Tuesday 16 July 2019

Wars could be waged in space, says Nato as it warns of China's rise

Nato says declaring it a domain would begin a debate over whether Nato should eventually use space weapons that can shut down enemy missiles and air defences or destroy satellites. Stock Image: Getty Images
Nato says declaring it a domain would begin a debate over whether Nato should eventually use space weapons that can shut down enemy missiles and air defences or destroy satellites. Stock Image: Getty Images

Erin Cunningham

Nato aims to recognise space as a domain of warfare this year, four senior diplomats said, partly to show US President Donald Trump that the alliance is relevant and adapting to new threats after he signed off on the creation of a US Space Force.

The decision, set to be taken at a December 3-4 leaders' summit in London that Mr Trump is due to attend, would formally acknowledge that battles can be waged not only on land, in the air, at sea and on computer networks, but also in space.

"There's agreement that we should make space a domain and the London summit is the best place to make it official," said one senior Nato diplomat involved in the discussions, although cautioning that technical policy work was still under way.

Nato says declaring it a domain would begin a debate over whether Nato should eventually use space weapons that can shut down enemy missiles and air defences or destroy satellites.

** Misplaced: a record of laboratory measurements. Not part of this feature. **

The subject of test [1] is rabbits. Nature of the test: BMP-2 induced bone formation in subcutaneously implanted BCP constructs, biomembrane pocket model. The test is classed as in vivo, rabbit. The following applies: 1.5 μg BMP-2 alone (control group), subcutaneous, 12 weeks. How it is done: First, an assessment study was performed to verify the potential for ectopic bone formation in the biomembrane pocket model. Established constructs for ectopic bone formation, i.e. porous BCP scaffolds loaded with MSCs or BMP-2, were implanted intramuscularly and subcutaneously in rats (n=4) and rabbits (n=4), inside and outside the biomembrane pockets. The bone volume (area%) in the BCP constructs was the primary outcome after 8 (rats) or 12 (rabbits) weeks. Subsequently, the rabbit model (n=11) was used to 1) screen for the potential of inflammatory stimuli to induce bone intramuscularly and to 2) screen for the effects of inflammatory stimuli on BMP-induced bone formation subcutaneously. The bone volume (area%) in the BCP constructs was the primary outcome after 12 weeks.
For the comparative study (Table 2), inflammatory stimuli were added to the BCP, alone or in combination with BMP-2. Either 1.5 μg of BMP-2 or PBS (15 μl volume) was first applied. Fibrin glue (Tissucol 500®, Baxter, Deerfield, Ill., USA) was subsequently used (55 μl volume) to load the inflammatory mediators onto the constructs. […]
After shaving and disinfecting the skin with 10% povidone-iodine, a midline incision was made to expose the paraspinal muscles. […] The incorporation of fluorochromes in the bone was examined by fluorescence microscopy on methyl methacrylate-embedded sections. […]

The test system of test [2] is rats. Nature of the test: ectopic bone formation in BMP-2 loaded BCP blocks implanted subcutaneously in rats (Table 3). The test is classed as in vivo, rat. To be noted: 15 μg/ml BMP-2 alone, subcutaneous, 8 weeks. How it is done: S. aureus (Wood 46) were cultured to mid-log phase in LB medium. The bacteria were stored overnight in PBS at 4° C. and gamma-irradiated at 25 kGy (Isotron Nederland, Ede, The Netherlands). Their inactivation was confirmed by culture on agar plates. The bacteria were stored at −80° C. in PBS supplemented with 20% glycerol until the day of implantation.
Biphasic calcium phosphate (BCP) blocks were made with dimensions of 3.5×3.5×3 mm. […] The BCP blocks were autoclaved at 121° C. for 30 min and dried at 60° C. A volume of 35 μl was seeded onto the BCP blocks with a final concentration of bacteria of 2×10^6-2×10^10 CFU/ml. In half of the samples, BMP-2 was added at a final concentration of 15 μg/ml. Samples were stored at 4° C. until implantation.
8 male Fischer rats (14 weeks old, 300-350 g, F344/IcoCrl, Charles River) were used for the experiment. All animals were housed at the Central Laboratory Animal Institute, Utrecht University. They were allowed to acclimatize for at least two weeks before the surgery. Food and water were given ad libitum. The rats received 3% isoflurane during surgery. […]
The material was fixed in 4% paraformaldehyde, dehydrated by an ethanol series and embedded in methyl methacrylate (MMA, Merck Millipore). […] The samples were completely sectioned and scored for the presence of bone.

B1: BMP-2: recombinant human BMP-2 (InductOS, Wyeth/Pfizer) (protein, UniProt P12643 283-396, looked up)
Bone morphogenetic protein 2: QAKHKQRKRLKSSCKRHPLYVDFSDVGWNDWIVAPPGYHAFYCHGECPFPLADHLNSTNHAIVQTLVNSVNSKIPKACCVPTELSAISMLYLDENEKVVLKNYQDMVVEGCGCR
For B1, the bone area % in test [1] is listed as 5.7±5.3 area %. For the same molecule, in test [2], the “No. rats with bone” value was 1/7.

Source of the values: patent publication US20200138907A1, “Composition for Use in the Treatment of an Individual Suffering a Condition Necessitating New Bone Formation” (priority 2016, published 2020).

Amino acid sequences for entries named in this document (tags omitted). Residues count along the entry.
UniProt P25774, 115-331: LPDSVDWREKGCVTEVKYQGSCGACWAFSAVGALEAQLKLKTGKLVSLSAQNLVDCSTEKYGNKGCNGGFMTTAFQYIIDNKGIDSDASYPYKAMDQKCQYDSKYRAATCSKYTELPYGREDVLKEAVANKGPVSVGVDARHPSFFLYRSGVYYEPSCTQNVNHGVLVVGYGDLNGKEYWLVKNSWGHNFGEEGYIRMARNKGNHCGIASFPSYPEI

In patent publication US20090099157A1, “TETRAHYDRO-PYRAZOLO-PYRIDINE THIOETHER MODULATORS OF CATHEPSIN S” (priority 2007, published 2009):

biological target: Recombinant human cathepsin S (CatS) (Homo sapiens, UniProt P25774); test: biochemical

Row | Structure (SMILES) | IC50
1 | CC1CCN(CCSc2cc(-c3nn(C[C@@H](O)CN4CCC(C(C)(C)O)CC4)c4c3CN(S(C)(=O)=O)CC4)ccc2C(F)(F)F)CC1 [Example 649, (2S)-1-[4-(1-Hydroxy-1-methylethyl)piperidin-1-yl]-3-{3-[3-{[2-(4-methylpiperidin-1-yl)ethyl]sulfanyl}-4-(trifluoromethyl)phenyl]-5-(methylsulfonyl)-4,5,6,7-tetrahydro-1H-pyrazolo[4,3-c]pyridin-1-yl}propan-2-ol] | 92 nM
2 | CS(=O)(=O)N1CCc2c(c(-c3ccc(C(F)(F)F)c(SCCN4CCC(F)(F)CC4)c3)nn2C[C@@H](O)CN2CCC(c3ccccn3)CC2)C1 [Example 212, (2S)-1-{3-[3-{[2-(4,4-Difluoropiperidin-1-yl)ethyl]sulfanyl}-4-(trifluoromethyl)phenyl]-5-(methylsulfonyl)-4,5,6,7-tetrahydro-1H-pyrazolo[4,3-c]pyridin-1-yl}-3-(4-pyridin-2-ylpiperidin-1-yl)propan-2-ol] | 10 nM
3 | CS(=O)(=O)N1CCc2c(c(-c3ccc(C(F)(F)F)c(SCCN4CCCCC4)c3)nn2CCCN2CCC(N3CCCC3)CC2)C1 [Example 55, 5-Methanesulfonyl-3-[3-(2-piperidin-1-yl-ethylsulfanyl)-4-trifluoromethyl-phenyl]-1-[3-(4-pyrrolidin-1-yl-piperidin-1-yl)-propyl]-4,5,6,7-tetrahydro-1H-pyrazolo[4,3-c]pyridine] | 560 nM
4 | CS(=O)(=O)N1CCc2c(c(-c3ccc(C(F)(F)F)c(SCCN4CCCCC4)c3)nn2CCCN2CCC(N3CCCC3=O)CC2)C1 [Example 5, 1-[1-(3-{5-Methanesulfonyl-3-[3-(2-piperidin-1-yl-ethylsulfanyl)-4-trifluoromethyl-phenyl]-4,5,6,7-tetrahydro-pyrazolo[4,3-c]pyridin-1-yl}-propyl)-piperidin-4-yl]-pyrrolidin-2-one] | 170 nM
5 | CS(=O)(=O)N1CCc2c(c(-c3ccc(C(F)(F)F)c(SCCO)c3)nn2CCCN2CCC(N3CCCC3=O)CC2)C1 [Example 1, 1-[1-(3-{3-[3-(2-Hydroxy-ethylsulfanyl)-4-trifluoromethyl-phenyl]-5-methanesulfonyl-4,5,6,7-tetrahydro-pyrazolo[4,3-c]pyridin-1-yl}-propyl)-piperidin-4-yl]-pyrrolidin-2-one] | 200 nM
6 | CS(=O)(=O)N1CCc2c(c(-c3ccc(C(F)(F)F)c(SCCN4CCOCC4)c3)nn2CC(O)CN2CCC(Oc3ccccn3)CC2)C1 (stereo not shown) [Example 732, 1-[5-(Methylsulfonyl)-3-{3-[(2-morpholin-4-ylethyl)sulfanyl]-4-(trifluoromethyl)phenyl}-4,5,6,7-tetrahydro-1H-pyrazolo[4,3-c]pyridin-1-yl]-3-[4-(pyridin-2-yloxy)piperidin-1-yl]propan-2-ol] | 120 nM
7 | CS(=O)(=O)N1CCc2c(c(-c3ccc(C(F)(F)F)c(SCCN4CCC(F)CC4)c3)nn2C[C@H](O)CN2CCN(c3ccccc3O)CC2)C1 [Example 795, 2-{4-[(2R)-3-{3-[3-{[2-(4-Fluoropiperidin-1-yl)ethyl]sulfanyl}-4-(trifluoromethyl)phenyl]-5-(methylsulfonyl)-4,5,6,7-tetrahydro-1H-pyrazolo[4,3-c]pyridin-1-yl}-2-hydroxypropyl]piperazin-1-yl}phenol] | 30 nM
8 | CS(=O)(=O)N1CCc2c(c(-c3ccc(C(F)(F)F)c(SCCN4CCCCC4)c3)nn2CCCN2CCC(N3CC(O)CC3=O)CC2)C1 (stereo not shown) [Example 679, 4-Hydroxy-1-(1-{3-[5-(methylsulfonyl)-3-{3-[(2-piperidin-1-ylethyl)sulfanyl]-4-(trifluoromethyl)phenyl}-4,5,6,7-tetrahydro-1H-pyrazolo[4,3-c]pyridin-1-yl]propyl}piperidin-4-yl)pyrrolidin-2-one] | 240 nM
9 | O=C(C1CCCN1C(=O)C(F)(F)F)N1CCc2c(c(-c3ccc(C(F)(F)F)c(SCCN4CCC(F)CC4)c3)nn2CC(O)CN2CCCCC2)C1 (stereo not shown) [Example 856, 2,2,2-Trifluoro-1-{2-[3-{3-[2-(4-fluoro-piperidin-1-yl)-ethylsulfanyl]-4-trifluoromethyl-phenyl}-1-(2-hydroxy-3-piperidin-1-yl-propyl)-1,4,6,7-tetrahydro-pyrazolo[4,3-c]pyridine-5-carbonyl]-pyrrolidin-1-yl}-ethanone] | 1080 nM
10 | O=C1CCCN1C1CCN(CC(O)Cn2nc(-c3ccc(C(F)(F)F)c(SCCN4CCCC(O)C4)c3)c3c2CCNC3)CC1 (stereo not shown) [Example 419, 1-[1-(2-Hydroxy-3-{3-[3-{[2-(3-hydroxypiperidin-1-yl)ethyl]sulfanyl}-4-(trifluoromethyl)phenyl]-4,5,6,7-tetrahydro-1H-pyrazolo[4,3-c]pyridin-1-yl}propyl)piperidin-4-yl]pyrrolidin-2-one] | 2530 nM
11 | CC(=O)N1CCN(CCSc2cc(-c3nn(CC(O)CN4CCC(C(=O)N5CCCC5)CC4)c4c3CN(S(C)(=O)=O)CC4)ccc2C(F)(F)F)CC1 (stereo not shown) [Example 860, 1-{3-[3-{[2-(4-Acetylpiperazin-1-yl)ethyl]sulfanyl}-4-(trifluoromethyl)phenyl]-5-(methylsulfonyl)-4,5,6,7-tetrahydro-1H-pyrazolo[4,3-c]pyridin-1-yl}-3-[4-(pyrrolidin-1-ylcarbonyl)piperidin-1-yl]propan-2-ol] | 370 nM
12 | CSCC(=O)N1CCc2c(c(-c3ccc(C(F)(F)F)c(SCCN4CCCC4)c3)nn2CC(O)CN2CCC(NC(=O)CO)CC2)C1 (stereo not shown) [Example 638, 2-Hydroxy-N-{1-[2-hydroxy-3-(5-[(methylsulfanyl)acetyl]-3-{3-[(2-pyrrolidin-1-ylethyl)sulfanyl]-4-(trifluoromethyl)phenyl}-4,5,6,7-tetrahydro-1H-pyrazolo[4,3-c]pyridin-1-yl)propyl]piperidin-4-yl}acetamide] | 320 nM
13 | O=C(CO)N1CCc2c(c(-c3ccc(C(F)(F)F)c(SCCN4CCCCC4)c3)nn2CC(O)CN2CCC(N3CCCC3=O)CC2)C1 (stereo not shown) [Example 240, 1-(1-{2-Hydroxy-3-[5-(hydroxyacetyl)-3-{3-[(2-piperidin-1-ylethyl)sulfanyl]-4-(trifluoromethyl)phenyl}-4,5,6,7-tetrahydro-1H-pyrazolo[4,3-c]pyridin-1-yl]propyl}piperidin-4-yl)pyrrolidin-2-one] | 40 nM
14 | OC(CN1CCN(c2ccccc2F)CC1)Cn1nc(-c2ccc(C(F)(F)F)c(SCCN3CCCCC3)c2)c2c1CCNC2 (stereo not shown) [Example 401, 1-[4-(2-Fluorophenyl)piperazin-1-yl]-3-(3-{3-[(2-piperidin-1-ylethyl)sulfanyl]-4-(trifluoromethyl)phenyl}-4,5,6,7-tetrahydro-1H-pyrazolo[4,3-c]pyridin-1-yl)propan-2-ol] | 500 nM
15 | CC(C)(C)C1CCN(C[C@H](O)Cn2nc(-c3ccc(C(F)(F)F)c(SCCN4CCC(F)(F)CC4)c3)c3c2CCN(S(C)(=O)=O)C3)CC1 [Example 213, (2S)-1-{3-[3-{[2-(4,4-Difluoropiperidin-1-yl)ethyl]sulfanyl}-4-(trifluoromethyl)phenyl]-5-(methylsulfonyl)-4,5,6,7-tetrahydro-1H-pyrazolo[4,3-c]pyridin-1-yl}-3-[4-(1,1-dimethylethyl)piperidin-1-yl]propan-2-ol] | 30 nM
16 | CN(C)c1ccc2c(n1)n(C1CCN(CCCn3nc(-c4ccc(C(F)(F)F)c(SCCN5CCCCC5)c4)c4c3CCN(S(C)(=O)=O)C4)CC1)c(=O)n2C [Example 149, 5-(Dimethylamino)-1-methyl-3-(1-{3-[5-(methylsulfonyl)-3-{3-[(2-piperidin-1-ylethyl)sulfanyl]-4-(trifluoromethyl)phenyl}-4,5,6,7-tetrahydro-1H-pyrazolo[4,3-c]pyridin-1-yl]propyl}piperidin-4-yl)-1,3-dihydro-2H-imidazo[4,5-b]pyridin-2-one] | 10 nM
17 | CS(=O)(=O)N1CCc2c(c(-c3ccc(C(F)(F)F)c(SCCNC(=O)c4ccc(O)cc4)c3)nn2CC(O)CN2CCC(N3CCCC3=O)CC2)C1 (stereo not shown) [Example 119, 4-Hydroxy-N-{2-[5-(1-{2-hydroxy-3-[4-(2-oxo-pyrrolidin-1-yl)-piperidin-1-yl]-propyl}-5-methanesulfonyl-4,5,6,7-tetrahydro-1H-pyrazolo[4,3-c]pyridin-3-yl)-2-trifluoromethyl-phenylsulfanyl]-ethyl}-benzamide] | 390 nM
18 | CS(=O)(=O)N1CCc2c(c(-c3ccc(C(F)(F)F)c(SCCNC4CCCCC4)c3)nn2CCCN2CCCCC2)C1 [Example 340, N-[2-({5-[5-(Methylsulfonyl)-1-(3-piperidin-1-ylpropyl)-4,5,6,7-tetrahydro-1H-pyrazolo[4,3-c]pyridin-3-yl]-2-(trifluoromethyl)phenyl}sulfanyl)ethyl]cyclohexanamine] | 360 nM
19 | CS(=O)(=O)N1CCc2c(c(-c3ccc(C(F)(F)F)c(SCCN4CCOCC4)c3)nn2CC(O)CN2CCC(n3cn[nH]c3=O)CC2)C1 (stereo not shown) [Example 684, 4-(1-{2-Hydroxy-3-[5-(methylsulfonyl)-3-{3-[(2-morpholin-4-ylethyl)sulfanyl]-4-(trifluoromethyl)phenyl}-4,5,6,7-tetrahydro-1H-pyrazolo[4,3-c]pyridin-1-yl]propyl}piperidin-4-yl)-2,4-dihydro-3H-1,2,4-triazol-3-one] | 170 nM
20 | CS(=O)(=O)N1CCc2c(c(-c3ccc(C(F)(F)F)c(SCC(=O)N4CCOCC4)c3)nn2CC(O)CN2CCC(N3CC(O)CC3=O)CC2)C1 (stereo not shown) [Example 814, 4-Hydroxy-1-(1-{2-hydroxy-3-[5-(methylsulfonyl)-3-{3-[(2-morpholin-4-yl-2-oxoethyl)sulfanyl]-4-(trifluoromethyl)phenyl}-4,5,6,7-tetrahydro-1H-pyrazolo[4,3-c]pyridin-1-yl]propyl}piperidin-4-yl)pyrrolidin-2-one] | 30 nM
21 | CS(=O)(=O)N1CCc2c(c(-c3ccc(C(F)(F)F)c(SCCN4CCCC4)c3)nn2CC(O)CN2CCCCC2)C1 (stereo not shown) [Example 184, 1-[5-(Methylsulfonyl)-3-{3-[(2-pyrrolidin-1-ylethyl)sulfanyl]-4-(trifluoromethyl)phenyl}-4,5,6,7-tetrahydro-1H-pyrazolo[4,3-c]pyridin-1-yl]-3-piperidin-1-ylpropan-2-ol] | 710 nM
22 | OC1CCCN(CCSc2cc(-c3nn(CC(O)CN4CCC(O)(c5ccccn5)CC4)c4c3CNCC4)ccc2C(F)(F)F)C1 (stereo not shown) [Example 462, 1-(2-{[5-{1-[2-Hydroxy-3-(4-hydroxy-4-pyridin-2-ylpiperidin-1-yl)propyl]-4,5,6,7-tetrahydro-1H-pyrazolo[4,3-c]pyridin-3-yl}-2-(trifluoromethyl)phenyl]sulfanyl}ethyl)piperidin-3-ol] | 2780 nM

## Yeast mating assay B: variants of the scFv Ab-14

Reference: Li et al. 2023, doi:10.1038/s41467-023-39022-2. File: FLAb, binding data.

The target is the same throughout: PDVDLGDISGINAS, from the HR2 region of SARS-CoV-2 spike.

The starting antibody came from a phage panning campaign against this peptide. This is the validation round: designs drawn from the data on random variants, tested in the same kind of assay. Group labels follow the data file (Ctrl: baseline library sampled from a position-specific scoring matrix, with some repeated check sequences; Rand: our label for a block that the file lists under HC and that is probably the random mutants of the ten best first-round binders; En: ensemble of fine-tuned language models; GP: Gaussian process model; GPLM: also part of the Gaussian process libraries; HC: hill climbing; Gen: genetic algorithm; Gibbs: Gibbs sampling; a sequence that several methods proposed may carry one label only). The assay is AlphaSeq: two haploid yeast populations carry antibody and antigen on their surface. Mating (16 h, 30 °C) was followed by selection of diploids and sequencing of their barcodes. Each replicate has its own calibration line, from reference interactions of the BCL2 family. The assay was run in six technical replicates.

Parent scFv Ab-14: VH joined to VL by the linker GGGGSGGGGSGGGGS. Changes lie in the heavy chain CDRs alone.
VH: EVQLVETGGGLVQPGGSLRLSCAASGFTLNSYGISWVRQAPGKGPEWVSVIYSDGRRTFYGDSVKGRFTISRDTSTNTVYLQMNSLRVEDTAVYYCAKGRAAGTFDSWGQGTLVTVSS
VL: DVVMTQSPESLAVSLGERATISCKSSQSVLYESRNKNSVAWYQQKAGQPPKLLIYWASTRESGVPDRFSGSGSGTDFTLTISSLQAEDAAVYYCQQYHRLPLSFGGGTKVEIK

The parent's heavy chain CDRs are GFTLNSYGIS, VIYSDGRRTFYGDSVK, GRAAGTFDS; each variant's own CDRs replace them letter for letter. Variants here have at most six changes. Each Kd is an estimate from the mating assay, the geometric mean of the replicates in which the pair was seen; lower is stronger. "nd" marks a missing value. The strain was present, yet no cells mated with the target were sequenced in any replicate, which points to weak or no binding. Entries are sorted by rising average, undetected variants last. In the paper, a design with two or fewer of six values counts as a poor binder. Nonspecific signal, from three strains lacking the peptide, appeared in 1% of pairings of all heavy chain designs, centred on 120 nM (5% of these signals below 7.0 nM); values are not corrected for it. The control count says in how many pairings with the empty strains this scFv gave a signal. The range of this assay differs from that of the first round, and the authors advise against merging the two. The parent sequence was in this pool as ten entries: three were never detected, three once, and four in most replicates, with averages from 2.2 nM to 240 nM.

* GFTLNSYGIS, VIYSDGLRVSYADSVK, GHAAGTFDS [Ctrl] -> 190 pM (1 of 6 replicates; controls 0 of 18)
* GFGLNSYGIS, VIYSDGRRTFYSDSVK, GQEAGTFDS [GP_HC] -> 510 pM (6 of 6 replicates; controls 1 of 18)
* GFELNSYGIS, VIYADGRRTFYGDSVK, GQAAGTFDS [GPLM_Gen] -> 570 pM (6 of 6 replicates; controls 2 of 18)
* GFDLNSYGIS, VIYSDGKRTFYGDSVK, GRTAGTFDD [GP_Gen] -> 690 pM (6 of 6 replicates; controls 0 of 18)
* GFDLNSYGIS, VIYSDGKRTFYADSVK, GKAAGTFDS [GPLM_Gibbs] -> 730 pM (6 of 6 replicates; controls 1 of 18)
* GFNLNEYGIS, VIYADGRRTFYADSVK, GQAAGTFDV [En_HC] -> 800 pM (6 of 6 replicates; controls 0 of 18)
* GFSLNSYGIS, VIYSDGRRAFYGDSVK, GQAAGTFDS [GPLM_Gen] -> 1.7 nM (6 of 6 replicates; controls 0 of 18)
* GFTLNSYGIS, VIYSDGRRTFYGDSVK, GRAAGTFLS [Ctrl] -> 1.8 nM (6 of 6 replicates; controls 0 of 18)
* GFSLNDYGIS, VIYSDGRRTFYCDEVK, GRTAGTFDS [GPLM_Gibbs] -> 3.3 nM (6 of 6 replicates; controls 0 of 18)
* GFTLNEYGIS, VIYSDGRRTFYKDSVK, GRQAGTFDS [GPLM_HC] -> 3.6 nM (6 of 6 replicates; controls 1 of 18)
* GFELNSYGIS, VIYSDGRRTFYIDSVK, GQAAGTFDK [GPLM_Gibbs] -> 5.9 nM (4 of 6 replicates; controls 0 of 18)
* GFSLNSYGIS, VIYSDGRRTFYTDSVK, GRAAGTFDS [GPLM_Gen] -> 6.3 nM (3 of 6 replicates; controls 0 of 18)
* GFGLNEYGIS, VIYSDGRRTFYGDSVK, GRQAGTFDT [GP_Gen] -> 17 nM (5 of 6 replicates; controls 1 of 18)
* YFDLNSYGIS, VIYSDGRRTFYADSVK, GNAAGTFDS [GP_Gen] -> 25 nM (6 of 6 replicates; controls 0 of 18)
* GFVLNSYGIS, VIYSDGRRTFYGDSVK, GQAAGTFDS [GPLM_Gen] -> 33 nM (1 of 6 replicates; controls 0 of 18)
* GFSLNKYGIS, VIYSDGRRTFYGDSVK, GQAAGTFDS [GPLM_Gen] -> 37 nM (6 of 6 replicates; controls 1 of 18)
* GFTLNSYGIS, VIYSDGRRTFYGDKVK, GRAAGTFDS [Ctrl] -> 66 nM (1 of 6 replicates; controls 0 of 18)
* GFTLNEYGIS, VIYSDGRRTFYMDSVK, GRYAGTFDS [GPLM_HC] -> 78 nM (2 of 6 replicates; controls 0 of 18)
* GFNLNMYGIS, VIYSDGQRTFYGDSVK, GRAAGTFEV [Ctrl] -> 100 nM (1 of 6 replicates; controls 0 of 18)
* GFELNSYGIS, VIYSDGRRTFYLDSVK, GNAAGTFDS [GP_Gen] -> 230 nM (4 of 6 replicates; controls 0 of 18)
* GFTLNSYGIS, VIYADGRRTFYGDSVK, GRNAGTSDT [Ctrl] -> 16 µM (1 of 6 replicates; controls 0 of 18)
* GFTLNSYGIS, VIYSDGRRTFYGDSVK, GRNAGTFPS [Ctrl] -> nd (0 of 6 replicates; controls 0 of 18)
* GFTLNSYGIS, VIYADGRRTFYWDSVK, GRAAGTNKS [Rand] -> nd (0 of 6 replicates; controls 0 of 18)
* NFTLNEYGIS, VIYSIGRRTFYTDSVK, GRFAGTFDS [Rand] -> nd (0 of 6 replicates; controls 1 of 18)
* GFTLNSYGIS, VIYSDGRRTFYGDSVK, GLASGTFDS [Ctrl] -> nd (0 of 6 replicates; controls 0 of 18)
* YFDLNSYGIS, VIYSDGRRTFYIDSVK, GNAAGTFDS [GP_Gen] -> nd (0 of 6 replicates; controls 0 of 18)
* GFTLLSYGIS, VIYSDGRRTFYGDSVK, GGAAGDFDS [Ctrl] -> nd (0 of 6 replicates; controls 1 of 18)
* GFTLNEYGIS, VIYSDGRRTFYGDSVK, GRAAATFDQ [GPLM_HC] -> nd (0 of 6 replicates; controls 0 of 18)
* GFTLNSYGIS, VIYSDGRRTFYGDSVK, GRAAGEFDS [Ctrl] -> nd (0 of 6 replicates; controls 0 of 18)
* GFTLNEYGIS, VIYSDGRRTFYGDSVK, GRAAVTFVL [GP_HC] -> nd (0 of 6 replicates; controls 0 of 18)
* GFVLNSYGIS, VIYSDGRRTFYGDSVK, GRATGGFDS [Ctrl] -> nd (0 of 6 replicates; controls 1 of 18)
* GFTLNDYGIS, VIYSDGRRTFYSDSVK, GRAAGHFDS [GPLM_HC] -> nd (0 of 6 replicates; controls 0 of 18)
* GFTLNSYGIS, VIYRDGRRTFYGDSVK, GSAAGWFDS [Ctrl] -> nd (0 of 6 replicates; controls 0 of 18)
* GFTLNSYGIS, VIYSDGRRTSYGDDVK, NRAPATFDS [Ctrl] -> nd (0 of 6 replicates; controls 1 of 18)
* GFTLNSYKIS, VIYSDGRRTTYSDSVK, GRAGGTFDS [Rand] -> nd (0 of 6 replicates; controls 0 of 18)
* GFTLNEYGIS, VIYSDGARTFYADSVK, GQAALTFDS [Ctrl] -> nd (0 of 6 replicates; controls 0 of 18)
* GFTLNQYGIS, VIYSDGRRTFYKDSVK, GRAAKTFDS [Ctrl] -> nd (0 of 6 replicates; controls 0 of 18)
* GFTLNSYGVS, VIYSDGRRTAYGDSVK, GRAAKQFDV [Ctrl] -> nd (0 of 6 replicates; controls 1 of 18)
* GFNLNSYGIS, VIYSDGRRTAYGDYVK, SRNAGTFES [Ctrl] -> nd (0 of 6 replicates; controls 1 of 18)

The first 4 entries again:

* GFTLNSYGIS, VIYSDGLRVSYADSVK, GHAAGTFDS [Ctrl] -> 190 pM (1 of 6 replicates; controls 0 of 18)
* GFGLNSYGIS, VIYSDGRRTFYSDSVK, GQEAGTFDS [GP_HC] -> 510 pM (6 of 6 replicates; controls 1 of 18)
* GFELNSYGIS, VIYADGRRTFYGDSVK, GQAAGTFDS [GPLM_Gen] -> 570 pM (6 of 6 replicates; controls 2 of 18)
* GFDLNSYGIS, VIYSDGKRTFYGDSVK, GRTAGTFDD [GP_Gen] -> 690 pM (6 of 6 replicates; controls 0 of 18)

The decision to declare space a new frontier for defence may help convince Mr Trump that the North Atlantic Treaty Organisation can be a useful ally in deterring China's rise as a rival military power, the diplomats said.

While Nato countries own 65pc of satellites in space, China envisions massive constellations of commercial satellites that can offer high-speed internet for aircraft to track missiles and is developing weapons it could use in orbit.

"You can have warfare exclusively in space, but whoever controls space also controls what happens on land, on the sea and in the air," said Jamie Shea, a former Nato official. "If you don't control space, you don't control the other domains."

A second diplomat said that while the decision had real consequences, it would likely be "a gift to Trump".

European allies are already nervous about whether Mr Trump will use the summit to again question the value of the international alliance.

Irish Independent

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